Beloved American poet, activist, and educator Maya Angelou has died at age 86, after a recent undisclosed illness. The CBC reports that Angelou was scheduled to attend last Friday’s luncheon for the 2014 Major League Baseball Beacon Awards, where she was to be honoured. However, she apparently cancelled at the last minute due to health issues.
Born in St. Louis, Missouri, in 1928, Angelou was best known for her 1969 autobiographical work I Know Why the Caged Bird Sings (“A bird doesn’t sing because it has an answer, it sings because it has a song”), which became a bestseller, something virtually unheard of for a black woman in America at the time.
Less well known is Angelou’s early life, which includes studying dance with Martha Graham and touring with a production of Porgy and Bess. She appeared on film and television, including roles in the John Singleton film Poetic Justice and the classic television adaptation of Alex Haley’s trailblazing slavery novel Roots. She also made regular appearances on The Oprah Winfrey Show, which was largely responsible for introducing her to an even wider audience.
Angelou was an early supporter of Hillary Clinton for the Democratic nomination in 2008, but switched her support to Barack Obama after Clinton withdrew from the race. Underlining the problems that continue to persist in America around the issue of racial equality, Angelou told the Guardian in 2009 that she never thought the U.S. would elect a black man president. “In 100 years’ time or maybe 50…. But not now, no. I did not believe it could happen now.”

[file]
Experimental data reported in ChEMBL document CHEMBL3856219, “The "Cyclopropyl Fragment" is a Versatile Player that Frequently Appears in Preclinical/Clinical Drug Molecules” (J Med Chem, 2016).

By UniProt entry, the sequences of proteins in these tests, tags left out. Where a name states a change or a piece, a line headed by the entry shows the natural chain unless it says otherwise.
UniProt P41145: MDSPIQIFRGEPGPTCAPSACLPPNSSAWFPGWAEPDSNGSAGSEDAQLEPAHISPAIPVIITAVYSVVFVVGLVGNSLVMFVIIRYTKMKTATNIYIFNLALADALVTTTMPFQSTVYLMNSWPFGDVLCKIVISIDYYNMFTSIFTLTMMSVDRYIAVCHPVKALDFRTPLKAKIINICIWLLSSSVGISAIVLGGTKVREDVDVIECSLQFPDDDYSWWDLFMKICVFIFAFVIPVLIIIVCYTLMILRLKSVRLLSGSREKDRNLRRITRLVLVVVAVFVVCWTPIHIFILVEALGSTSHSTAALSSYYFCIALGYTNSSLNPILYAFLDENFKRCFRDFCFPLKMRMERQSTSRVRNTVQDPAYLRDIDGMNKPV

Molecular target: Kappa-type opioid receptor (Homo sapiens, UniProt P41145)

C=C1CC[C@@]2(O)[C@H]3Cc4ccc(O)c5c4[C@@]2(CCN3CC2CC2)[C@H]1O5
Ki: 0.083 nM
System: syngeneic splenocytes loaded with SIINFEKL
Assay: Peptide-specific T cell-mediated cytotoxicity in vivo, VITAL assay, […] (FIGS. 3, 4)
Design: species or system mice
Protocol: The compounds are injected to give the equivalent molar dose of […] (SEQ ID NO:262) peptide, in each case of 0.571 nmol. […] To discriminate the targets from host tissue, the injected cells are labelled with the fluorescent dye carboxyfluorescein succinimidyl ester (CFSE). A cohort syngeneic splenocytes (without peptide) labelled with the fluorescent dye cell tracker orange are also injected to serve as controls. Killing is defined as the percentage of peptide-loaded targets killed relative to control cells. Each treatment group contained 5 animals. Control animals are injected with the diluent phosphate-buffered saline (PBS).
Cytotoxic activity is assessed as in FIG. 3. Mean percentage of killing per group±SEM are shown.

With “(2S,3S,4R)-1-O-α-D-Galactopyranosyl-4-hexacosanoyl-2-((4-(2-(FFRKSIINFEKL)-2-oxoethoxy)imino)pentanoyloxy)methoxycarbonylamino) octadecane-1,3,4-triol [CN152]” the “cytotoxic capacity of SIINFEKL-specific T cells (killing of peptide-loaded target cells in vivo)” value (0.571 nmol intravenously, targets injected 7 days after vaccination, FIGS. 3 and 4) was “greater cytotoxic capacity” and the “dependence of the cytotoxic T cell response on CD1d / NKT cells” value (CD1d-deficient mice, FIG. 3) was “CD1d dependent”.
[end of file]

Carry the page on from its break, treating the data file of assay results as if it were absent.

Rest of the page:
The Globe and Mail obituary recounts Angelou’s upbringing, which was plagued with violence and racially motivated hatred, causing her to completely reinvent herself as an adult:
Her very name as an adult was a reinvention. Angelou was born Marguerite Johnson in St. Louis and raised in Stamps, Ark., and San Francisco, moving back and forth between her parents and her grandmother. She was smart and fresh to the point of danger, packed off by her family to California after sassing a white store clerk in Arkansas. Other times, she didn’t speak at all: At age seven, she was raped by her mother’s boyfriend and didn’t speak for years. She learned by reading, and listening.
Angelou developed into a fierce advocate for civil rights and equality, enacting in her writing her belief that change comes not through silence, but through strenuous vocalization. And she remained committed to enacting change in others, right to the end of her career. “I’ve learned that people will forget what you said,” she claimed, “people will forget what you did, but people will never forget how you made them feel.”